LOS BAÑOS, LAGUNA, PHILIPPINES — Considered as the most challenging dayhike near Metro Manila, Mt. Makiling Traverse (or simply MakTrav), is usually used as a training climb for the tougher mountains in the country. MakTrav starts from Sto. Tomas, Batangas (via Sipit Trail) and exits at Los Baños, Laguna (via Mariang Makiling Trail). It has a rated difficulty of 5/9 and is considered as a major hike.
I have once lived in the feet of Mt. Makiling and thus, it brings a bit of excitement to actually climb the mountain itself that cradled me for almost half a decade. Mt. Makiling, a dormant volcano, is administered by the University of the Philippines – Los Baños for an effort to conserve its biodiversity and as a “training laboratory for the advancement of scientific and technical knowledge on the preservation, conservation and development of forest, flora and fauna and natural resources.”
Sipit Trail is the current trail used for the traverse. There was a time that an alternate trail (Palanggana Trail) was used due to the devastating aftermath of a typhoon. The hike via Sipit would start with a flatland before entering the forest with several community trails. The steady increase in elevation served as a good warm-up.
After the brief grassland section, you’d enter the forest again. What’s interesting with Mt. Makiling is its diverse flora and the occasional fauna you’d see. From time to time, I’d snap pictures of those that pleased my interest. There are several roped segments on the way, but it won’t be a problem for the average hikers.
The Melkas Ridge is one of the highlights of MakTrav, i.e. you won’t get here if you took the route from UPLB and won’t do a traverse. The trail is composed of a series of sharp ascent with several roped segments. A rock called Haring Bato is also located here. From the ridge, you could see both the province of Batangas and Laguna. The ridge ends up at the Peak 3.
PEAK 3 (1020+ MASL)
Although Peak 3 isn’t scenic itself, you could get a decent view of Batangas and Laguna from here. We had our lunch at Station 22 (maybe) before heading out for Peak 2. Clouds have shrouded the trail and hence, a moist path. And when you say “moist trail”, limatiks will prevail. I was lucky no leech have dared to bite me even though I was wearing shorts instead of pants. Aside from the limatik, the trail was muddy that time. You won’t get away without slipping/sliding at least twice in the obstacle course between Peak 3 and Peak 2. I even considered being a contortionist as my next potential career.
PEAK 2 / SUMMIT (1090+ MASL)
After about 2 hours in the obstacle course since Peak 3, we reached the summit. The summit seemed to be a congregation point for both MakTrav and Mariang Makiling Trail hikers. It has a few shade-giving trees, so it’s also a good place to take a moment of rest. The summit is also marked as the 30th station of Mariang Makiling Trail from UPLB.
In case you were wondering, Peak 1 exists. It has a height of about 900+ meters above sea level and can be reached somewhere near Station 15 of the Mariang Makiling Trail. It is closed to hikers and is being conserved for scientific research purposes. Wag makulit.
The descent from Peak 2 was relatively easy. Just be careful with several protruding roots and branches. It gave me joy seeing a different way of getting to UPLB, my alma matter. Once you reach Agila Base, you can either opt to ride a motorcycle (habal-habal) to get to the exit point at the College of Forestry, or to continue with your trek. Habal-habal ride is PhP100.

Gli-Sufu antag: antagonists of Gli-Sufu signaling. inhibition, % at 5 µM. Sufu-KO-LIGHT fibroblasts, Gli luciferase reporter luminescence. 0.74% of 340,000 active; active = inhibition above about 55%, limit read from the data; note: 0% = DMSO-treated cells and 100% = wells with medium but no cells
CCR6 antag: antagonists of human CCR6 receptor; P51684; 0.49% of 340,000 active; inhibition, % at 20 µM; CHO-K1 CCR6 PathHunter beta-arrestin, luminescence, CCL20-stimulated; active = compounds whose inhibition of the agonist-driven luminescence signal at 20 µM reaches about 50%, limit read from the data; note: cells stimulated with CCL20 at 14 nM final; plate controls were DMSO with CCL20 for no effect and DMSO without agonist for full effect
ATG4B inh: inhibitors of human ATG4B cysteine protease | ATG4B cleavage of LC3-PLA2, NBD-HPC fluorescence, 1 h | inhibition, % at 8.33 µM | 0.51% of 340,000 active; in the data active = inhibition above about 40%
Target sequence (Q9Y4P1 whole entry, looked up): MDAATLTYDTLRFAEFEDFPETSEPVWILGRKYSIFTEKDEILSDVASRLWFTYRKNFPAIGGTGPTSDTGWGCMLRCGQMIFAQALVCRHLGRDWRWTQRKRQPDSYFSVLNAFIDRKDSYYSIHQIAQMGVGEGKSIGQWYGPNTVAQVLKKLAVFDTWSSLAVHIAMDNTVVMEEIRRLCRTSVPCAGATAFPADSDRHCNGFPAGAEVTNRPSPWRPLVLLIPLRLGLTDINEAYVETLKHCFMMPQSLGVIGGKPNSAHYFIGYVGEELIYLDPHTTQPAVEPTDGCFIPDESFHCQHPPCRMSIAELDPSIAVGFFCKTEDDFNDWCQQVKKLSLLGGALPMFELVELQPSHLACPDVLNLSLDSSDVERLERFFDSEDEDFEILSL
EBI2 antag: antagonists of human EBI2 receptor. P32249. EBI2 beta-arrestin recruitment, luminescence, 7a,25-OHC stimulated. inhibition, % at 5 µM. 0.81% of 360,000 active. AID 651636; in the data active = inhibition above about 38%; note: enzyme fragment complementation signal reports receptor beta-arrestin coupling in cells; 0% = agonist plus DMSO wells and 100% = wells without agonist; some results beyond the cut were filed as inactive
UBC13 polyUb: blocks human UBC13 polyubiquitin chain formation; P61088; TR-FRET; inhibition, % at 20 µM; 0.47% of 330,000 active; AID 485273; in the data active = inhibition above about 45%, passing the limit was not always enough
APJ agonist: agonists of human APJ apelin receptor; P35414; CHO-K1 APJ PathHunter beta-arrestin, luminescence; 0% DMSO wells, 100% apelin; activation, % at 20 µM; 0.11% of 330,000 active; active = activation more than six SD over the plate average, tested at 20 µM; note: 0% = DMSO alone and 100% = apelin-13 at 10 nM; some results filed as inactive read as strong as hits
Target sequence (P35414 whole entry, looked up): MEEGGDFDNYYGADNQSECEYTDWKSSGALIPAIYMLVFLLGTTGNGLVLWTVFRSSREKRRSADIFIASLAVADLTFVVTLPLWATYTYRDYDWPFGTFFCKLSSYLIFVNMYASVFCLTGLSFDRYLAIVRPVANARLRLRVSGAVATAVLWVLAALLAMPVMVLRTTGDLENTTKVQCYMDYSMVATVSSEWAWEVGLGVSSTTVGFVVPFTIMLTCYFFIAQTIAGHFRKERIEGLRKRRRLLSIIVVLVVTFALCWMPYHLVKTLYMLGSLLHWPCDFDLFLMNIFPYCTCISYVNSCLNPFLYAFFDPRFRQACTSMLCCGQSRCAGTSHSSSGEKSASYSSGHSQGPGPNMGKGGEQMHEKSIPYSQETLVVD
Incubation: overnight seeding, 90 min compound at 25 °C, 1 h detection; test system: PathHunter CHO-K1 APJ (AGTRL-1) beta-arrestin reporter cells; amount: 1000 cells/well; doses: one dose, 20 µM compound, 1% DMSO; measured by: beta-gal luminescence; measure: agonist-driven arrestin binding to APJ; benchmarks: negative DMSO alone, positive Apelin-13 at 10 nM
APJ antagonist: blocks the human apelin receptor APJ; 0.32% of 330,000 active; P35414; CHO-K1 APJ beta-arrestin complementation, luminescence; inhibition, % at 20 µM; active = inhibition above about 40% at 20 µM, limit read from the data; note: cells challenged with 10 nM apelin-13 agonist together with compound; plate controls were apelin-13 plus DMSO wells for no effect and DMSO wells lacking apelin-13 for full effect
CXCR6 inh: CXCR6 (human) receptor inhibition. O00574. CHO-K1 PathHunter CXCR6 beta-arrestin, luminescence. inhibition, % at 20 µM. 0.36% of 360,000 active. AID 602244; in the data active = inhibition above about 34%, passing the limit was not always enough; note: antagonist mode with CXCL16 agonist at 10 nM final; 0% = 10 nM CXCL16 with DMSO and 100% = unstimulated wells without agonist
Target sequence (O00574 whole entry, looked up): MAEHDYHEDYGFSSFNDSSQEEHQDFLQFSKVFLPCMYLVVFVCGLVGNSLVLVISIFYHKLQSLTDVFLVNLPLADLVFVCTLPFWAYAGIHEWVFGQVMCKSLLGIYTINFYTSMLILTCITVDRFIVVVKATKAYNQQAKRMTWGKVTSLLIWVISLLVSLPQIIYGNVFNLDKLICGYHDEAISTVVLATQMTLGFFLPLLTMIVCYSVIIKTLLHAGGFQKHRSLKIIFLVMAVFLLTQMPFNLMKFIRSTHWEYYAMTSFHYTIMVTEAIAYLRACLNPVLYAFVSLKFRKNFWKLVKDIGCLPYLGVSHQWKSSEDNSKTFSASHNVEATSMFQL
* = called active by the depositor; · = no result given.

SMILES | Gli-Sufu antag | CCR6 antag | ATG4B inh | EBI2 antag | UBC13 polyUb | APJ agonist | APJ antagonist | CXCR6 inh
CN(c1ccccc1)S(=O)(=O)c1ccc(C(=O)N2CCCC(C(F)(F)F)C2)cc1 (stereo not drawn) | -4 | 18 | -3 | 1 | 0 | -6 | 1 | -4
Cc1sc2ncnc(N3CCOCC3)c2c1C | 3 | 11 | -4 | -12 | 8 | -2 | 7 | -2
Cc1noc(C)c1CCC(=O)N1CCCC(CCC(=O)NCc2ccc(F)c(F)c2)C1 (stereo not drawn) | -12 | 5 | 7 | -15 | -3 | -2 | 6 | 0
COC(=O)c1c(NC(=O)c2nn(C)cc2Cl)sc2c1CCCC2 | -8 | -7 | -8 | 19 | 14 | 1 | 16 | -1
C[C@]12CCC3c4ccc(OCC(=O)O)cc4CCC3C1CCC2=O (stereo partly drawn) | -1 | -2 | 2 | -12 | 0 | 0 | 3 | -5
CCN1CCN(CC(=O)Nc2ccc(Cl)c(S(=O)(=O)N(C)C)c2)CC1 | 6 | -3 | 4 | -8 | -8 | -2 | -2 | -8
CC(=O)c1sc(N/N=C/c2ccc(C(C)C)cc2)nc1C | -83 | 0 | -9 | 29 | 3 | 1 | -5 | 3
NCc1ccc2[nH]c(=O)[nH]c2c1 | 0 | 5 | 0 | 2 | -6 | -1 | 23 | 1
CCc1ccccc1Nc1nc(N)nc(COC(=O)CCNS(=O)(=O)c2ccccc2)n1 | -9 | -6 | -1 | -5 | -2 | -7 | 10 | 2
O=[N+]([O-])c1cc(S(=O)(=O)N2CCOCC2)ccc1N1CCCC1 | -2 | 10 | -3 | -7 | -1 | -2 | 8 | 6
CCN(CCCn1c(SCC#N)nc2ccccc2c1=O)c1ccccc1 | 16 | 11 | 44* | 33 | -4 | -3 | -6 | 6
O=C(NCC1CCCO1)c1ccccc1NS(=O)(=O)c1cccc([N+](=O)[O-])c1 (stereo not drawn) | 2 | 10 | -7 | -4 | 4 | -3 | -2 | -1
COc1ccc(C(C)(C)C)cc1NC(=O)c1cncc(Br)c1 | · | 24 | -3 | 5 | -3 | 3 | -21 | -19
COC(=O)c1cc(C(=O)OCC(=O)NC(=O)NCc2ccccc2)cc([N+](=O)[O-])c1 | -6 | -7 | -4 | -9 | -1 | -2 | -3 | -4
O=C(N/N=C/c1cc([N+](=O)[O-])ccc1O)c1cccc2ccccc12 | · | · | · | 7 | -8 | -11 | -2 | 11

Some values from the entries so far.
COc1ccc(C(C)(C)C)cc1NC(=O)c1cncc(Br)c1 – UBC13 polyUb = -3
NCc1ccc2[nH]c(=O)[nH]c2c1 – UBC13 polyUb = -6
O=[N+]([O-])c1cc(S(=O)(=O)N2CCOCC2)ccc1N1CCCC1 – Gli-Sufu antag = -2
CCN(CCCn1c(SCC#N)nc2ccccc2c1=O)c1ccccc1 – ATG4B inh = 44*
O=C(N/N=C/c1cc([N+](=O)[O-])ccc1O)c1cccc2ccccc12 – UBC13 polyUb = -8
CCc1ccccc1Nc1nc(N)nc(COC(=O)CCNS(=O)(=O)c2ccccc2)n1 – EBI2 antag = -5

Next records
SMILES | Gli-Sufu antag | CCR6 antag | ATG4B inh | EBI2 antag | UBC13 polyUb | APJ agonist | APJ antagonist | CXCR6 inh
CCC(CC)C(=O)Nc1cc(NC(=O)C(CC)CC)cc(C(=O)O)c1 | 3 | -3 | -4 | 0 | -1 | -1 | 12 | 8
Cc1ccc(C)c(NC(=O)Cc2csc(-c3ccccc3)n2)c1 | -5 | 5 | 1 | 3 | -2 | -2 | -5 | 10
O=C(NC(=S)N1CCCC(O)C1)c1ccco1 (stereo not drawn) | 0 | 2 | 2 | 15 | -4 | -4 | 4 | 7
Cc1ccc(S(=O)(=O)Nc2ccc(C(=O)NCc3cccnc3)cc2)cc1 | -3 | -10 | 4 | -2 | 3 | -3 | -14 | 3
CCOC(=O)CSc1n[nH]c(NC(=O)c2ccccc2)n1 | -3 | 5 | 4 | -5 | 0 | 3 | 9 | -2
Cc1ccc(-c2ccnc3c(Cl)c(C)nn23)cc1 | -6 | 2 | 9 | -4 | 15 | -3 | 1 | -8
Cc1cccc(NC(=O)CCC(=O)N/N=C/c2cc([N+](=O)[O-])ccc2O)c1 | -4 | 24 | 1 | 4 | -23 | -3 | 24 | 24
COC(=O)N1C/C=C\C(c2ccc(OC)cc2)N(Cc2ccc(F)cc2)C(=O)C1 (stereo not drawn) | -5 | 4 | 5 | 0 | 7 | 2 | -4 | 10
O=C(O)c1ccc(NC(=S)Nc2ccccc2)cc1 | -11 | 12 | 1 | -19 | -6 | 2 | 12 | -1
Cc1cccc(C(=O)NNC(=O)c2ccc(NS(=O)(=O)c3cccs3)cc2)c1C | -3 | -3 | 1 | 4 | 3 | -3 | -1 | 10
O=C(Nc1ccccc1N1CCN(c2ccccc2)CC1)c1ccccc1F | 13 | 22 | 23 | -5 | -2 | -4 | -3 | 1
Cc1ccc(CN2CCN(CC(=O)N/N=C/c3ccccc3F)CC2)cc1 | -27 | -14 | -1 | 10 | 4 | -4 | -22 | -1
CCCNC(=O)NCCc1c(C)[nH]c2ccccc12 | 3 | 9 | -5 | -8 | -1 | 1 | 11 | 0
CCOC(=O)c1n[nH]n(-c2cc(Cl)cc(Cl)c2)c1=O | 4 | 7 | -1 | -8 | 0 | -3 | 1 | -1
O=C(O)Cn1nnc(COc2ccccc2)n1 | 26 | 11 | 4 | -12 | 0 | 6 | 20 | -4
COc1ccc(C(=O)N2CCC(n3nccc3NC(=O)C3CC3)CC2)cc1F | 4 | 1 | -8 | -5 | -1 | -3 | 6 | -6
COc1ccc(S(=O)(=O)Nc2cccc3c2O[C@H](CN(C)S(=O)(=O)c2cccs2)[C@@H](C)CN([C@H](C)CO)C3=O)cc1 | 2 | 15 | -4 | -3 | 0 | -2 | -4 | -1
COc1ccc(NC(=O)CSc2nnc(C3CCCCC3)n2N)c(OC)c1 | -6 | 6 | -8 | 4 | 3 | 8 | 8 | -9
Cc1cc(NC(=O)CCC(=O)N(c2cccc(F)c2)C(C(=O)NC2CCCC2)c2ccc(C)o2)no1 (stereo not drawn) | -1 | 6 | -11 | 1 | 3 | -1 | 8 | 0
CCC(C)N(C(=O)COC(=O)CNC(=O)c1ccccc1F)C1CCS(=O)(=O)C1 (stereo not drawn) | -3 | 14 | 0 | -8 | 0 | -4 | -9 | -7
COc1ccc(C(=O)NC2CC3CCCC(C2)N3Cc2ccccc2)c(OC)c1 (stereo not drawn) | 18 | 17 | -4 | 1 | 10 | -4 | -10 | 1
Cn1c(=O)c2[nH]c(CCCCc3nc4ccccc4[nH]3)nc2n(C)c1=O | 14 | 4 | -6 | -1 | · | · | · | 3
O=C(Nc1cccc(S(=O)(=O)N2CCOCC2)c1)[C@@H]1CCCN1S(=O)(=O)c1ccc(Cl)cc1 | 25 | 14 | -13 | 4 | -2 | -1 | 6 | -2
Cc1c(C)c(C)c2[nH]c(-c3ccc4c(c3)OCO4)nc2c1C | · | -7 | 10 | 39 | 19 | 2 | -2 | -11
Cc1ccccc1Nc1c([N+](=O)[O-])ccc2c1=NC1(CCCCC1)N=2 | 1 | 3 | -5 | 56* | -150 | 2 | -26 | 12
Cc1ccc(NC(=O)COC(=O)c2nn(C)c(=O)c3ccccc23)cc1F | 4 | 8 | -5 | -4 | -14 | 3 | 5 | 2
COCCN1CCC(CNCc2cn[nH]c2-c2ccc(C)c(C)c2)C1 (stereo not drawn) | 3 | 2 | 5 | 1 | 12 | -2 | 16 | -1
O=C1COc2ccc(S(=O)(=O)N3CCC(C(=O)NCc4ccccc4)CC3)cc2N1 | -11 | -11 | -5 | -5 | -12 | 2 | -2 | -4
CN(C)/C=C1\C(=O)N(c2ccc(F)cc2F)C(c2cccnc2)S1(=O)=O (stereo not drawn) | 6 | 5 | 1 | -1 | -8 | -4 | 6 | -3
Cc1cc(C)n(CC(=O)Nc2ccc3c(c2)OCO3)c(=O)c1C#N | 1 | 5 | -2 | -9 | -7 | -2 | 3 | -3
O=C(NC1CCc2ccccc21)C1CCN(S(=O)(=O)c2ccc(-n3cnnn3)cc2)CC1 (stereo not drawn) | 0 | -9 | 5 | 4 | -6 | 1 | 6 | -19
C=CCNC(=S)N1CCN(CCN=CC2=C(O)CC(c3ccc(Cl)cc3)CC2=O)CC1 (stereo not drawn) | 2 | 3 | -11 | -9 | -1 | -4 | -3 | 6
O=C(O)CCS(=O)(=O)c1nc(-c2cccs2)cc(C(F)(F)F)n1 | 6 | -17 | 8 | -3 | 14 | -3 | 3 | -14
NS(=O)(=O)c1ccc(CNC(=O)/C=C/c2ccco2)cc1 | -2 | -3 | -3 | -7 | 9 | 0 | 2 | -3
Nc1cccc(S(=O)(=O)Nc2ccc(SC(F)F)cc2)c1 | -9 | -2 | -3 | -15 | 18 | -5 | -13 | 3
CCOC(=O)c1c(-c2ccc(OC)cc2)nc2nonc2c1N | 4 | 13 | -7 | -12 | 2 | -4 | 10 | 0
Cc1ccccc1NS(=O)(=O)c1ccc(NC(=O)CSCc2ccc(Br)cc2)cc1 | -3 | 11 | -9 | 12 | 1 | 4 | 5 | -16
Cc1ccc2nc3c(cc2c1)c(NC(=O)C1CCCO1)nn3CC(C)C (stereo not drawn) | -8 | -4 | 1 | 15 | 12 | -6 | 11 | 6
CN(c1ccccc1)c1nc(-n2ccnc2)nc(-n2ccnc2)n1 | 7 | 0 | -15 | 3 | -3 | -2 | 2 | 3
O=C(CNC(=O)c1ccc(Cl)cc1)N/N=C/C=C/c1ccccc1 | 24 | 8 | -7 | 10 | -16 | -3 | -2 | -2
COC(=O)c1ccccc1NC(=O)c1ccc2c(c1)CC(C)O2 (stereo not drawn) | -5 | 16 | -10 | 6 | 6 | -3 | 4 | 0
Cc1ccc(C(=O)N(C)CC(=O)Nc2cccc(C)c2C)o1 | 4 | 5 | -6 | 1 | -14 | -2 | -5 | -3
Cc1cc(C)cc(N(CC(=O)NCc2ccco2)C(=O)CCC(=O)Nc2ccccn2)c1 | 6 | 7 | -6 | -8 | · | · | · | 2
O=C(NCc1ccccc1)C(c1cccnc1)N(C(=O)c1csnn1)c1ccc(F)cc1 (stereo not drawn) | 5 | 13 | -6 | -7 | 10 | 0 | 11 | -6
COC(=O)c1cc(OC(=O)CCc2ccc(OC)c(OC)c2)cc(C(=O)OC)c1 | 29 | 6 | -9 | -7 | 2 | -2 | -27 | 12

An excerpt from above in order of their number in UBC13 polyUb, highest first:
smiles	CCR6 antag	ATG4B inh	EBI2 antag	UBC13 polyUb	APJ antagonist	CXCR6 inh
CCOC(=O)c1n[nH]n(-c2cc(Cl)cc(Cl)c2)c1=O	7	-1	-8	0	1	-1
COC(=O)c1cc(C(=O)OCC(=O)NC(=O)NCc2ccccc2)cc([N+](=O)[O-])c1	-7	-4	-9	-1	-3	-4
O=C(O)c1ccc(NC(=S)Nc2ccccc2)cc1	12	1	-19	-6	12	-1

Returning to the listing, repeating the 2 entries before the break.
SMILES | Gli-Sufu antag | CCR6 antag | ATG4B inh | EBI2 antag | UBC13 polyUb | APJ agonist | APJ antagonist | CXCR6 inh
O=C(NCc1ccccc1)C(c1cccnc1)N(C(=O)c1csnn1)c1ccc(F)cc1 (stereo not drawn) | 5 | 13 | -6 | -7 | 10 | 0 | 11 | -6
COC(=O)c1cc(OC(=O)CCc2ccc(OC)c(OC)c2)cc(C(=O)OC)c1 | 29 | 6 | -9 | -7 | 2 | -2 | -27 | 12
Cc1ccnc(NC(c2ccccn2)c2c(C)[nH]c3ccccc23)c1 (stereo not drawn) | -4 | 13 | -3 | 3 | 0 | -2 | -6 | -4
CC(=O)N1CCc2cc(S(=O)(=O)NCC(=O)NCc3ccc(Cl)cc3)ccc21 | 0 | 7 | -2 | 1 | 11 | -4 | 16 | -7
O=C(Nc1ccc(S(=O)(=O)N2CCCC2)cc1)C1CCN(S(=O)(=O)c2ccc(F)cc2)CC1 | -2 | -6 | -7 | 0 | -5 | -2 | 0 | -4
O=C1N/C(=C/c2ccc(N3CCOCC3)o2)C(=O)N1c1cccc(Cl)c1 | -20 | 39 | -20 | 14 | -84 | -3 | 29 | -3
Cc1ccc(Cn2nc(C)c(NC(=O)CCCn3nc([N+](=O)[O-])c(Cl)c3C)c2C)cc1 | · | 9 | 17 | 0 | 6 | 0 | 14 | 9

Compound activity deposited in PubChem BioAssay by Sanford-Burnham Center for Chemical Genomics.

We got to College of Forestry in UPLB at around 4:00pm and got in line for the wash-up area. However, due to the large volume of hikers that weekend, it seemed to be a long wait. I got this late idea of inviting the group to Dampalit Falls in Sitio Dampalit, Brgy. Lalakay, Los Baños. I thought it would be better to take a bath at a freshwater falls than to wait for the long queue (or to get no bath at all). So after passing by the Original Buko Pie shop, we searched for Dampalit.
To get to the falls, drive/commute towards the direction of Calamba and drop-off near Lalakay Elementary School & Camp Macario Sakay (formerly Camp Elridge) along the highway. Once near these landmarks, ask the locals for the direction. It’s a narrow street that leads to Sitio Dampalit where you’ll need to walk for about 15 minutes. There is another way via DENR office but I haven’t tried that. Anyways, it was already dark when we got there. The caretakers of the falls didn’t expect people to come at that hour, however we still insisted for a dip. Entrance fee is P20.
It was very dark so a semi-skinny dipping is no problem at all. The water, though very cold, was refreshing. It was one of those spontaneous decisions that is worthy to be added to your “I did these” list. Good thing there was no wandering limatik or snake. No pictures though since it was pitch-black dark.
TRAVEL GUIDE / TIPS
- HOW TO GET THERE. To get to the Sto. Tomas jumpoff, ride any Lucena-bound buses from Buendia/Cubao and get off at Brgy. San Felix in Sto. Tomas (fare P110/person, 2 hours). Take a tricycle to Sitio Jordan (fare P65, up to 3 pax, 15 mins).
- REGISTRATION. You may coordinate with Erwin Adornado (+63-918-3460730). Log at the Ecopark / Trailhead. No fees collected as of this writing.
- GUIDE FEES. Guides are mandatory and fees are pegged at P500 good for a group of up to 5 persons. I suggest adding a tip for their fare back to Sto. Tomas. Otherwise, it’ll be a long day for them.
- As part of your limatik-removal kit, bring alcohol.
- Entrance fee to Dampalit Falls is P20/person.
- Remember the Leave No Trace principles.
The following itinerary was based from Pinoy Mountaineer‘s: